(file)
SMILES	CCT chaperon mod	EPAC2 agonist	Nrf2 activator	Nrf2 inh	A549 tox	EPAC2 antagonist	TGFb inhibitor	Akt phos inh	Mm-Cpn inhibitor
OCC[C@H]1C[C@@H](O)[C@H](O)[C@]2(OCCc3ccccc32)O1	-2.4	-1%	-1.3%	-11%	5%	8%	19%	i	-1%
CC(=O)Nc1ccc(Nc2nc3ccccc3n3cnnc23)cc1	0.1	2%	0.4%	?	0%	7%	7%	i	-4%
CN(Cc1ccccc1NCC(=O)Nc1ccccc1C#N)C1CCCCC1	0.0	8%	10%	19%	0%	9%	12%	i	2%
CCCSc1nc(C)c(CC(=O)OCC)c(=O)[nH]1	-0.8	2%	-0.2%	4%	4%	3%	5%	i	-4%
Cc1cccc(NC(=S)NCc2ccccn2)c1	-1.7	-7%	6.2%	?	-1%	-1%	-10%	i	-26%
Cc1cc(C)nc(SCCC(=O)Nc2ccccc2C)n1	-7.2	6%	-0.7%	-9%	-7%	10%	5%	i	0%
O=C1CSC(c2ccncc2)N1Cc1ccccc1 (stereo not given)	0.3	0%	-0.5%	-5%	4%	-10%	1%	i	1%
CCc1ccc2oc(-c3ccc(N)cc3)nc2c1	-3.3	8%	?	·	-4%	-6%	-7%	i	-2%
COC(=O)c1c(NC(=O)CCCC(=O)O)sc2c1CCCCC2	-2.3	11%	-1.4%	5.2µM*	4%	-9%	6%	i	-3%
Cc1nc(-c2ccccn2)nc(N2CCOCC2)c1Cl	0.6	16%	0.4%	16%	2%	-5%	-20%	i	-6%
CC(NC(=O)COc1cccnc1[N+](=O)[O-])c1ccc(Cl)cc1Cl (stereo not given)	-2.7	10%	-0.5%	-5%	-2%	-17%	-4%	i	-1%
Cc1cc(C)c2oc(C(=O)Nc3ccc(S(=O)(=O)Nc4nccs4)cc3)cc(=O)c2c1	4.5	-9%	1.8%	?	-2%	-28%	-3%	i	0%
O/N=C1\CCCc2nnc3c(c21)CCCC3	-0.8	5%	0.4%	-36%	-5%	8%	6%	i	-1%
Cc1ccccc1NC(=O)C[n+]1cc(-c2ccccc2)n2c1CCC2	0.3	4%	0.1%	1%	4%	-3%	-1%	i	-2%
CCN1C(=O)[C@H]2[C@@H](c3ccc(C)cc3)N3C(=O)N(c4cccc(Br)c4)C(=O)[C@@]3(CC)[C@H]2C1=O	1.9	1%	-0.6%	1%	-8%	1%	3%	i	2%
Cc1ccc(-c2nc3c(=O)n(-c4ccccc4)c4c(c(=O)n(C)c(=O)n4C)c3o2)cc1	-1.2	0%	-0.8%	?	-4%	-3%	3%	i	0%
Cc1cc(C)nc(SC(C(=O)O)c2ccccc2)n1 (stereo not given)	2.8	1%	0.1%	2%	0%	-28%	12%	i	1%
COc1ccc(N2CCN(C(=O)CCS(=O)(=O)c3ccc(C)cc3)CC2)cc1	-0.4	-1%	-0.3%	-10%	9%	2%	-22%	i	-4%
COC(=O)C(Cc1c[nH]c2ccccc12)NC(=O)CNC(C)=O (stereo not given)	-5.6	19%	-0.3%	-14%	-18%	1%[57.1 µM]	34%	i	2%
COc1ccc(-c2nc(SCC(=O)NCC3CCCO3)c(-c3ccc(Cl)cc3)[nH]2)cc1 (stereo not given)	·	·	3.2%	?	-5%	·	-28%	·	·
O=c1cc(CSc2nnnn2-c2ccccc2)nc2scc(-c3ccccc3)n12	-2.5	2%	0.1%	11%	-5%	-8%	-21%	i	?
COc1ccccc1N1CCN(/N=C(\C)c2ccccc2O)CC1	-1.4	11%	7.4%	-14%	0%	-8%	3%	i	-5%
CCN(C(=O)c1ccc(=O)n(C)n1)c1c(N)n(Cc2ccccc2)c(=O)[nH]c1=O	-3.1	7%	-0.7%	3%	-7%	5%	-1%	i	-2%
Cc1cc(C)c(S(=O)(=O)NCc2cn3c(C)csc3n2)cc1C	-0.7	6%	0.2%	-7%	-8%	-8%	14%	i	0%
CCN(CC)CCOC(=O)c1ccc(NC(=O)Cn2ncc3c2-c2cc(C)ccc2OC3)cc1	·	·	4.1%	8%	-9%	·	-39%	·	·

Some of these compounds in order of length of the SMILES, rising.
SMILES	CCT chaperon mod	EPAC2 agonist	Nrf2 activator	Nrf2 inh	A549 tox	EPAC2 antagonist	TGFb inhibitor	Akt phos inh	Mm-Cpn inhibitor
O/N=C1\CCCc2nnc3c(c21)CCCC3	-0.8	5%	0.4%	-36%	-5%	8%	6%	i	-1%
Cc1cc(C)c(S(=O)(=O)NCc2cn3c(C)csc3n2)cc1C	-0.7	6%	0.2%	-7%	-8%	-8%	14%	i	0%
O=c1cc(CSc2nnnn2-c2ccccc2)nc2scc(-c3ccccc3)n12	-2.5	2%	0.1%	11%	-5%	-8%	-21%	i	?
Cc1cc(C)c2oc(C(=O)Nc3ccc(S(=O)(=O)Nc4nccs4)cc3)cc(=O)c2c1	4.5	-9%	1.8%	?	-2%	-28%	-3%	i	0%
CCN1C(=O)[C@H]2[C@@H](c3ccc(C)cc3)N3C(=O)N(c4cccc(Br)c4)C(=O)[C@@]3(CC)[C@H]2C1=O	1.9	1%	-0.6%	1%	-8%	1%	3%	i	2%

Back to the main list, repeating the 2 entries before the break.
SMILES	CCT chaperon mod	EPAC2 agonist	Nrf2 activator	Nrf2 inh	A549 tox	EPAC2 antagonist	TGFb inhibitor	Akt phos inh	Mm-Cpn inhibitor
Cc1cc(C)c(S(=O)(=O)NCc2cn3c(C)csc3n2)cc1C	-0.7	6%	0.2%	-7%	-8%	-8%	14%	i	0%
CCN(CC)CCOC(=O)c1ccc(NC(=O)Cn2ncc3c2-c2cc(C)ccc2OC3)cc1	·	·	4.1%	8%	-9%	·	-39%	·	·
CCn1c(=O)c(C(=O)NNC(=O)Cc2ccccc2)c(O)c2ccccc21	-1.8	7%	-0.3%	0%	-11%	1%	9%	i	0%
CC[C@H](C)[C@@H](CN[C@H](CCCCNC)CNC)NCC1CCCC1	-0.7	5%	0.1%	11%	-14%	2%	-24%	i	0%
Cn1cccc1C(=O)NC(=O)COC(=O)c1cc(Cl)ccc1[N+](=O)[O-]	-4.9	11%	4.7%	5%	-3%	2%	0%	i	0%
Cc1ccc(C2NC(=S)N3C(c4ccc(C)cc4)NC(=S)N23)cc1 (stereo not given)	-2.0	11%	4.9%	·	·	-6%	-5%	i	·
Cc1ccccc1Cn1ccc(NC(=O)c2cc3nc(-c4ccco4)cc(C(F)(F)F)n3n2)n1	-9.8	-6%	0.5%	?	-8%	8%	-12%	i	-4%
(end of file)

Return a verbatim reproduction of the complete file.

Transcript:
SMILES	CCT chaperon mod	EPAC2 agonist	Nrf2 activator	Nrf2 inh	A549 tox	EPAC2 antagonist	TGFb inhibitor	Akt phos inh	Mm-Cpn inhibitor
OCC[C@H]1C[C@@H](O)[C@H](O)[C@]2(OCCc3ccccc32)O1	-2.4	-1%	-1.3%	-11%	5%	8%	19%	i	-1%
CC(=O)Nc1ccc(Nc2nc3ccccc3n3cnnc23)cc1	0.1	2%	0.4%	?	0%	7%	7%	i	-4%
CN(Cc1ccccc1NCC(=O)Nc1ccccc1C#N)C1CCCCC1	0.0	8%	10%	19%	0%	9%	12%	i	2%
CCCSc1nc(C)c(CC(=O)OCC)c(=O)[nH]1	-0.8	2%	-0.2%	4%	4%	3%	5%	i	-4%
Cc1cccc(NC(=S)NCc2ccccn2)c1	-1.7	-7%	6.2%	?	-1%	-1%	-10%	i	-26%
Cc1cc(C)nc(SCCC(=O)Nc2ccccc2C)n1	-7.2	6%	-0.7%	-9%	-7%	10%	5%	i	0%
O=C1CSC(c2ccncc2)N1Cc1ccccc1 (stereo not given)	0.3	0%	-0.5%	-5%	4%	-10%	1%	i	1%
CCc1ccc2oc(-c3ccc(N)cc3)nc2c1	-3.3	8%	?	·	-4%	-6%	-7%	i	-2%
COC(=O)c1c(NC(=O)CCCC(=O)O)sc2c1CCCCC2	-2.3	11%	-1.4%	5.2µM*	4%	-9%	6%	i	-3%
Cc1nc(-c2ccccn2)nc(N2CCOCC2)c1Cl	0.6	16%	0.4%	16%	2%	-5%	-20%	i	-6%
CC(NC(=O)COc1cccnc1[N+](=O)[O-])c1ccc(Cl)cc1Cl (stereo not given)	-2.7	10%	-0.5%	-5%	-2%	-17%	-4%	i	-1%
Cc1cc(C)c2oc(C(=O)Nc3ccc(S(=O)(=O)Nc4nccs4)cc3)cc(=O)c2c1	4.5	-9%	1.8%	?	-2%	-28%	-3%	i	0%
O/N=C1\CCCc2nnc3c(c21)CCCC3	-0.8	5%	0.4%	-36%	-5%	8%	6%	i	-1%
Cc1ccccc1NC(=O)C[n+]1cc(-c2ccccc2)n2c1CCC2	0.3	4%	0.1%	1%	4%	-3%	-1%	i	-2%
CCN1C(=O)[C@H]2[C@@H](c3ccc(C)cc3)N3C(=O)N(c4cccc(Br)c4)C(=O)[C@@]3(CC)[C@H]2C1=O	1.9	1%	-0.6%	1%	-8%	1%	3%	i	2%
Cc1ccc(-c2nc3c(=O)n(-c4ccccc4)c4c(c(=O)n(C)c(=O)n4C)c3o2)cc1	-1.2	0%	-0.8%	?	-4%	-3%	3%	i	0%
Cc1cc(C)nc(SC(C(=O)O)c2ccccc2)n1 (stereo not given)	2.8	1%	0.1%	2%	0%	-28%	12%	i	1%
COc1ccc(N2CCN(C(=O)CCS(=O)(=O)c3ccc(C)cc3)CC2)cc1	-0.4	-1%	-0.3%	-10%	9%	2%	-22%	i	-4%
COC(=O)C(Cc1c[nH]c2ccccc12)NC(=O)CNC(C)=O (stereo not given)	-5.6	19%	-0.3%	-14%	-18%	1%[57.1 µM]	34%	i	2%
COc1ccc(-c2nc(SCC(=O)NCC3CCCO3)c(-c3ccc(Cl)cc3)[nH]2)cc1 (stereo not given)	·	·	3.2%	?	-5%	·	-28%	·	·
O=c1cc(CSc2nnnn2-c2ccccc2)nc2scc(-c3ccccc3)n12	-2.5	2%	0.1%	11%	-5%	-8%	-21%	i	?
COc1ccccc1N1CCN(/N=C(\C)c2ccccc2O)CC1	-1.4	11%	7.4%	-14%	0%	-8%	3%	i	-5%
CCN(C(=O)c1ccc(=O)n(C)n1)c1c(N)n(Cc2ccccc2)c(=O)[nH]c1=O	-3.1	7%	-0.7%	3%	-7%	5%	-1%	i	-2%
Cc1cc(C)c(S(=O)(=O)NCc2cn3c(C)csc3n2)cc1C	-0.7	6%	0.2%	-7%	-8%	-8%	14%	i	0%
CCN(CC)CCOC(=O)c1ccc(NC(=O)Cn2ncc3c2-c2cc(C)ccc2OC3)cc1	·	·	4.1%	8%	-9%	·	-39%	·	·

Some of these compounds in order of length of the SMILES, rising.
SMILES	CCT chaperon mod	EPAC2 agonist	Nrf2 activator	Nrf2 inh	A549 tox	EPAC2 antagonist	TGFb inhibitor	Akt phos inh	Mm-Cpn inhibitor
O/N=C1\CCCc2nnc3c(c21)CCCC3	-0.8	5%	0.4%	-36%	-5%	8%	6%	i	-1%
Cc1cc(C)c(S(=O)(=O)NCc2cn3c(C)csc3n2)cc1C	-0.7	6%	0.2%	-7%	-8%	-8%	14%	i	0%
O=c1cc(CSc2nnnn2-c2ccccc2)nc2scc(-c3ccccc3)n12	-2.5	2%	0.1%	11%	-5%	-8%	-21%	i	?
Cc1cc(C)c2oc(C(=O)Nc3ccc(S(=O)(=O)Nc4nccs4)cc3)cc(=O)c2c1	4.5	-9%	1.8%	?	-2%	-28%	-3%	i	0%
CCN1C(=O)[C@H]2[C@@H](c3ccc(C)cc3)N3C(=O)N(c4cccc(Br)c4)C(=O)[C@@]3(CC)[C@H]2C1=O	1.9	1%	-0.6%	1%	-8%	1%	3%	i	2%

Back to the main list, repeating the 2 entries before the break.
SMILES	CCT chaperon mod	EPAC2 agonist	Nrf2 activator	Nrf2 inh	A549 tox	EPAC2 antagonist	TGFb inhibitor	Akt phos inh	Mm-Cpn inhibitor
Cc1cc(C)c(S(=O)(=O)NCc2cn3c(C)csc3n2)cc1C	-0.7	6%	0.2%	-7%	-8%	-8%	14%	i	0%
CCN(CC)CCOC(=O)c1ccc(NC(=O)Cn2ncc3c2-c2cc(C)ccc2OC3)cc1	·	·	4.1%	8%	-9%	·	-39%	·	·
CCn1c(=O)c(C(=O)NNC(=O)Cc2ccccc2)c(O)c2ccccc21	-1.8	7%	-0.3%	0%	-11%	1%	9%	i	0%
CC[C@H](C)[C@@H](CN[C@H](CCCCNC)CNC)NCC1CCCC1	-0.7	5%	0.1%	11%	-14%	2%	-24%	i	0%
Cn1cccc1C(=O)NC(=O)COC(=O)c1cc(Cl)ccc1[N+](=O)[O-]	-4.9	11%	4.7%	5%	-3%	2%	0%	i	0%
Cc1ccc(C2NC(=S)N3C(c4ccc(C)cc4)NC(=S)N23)cc1 (stereo not given)	-2.0	11%	4.9%	·	·	-6%	-5%	i	·
Cc1ccccc1Cn1ccc(NC(=O)c2cc3nc(-c4ccco4)cc(C(F)(F)F)n3n2)n1	-9.8	-6%	0.5%	?	-8%	8%	-12%	i	-4%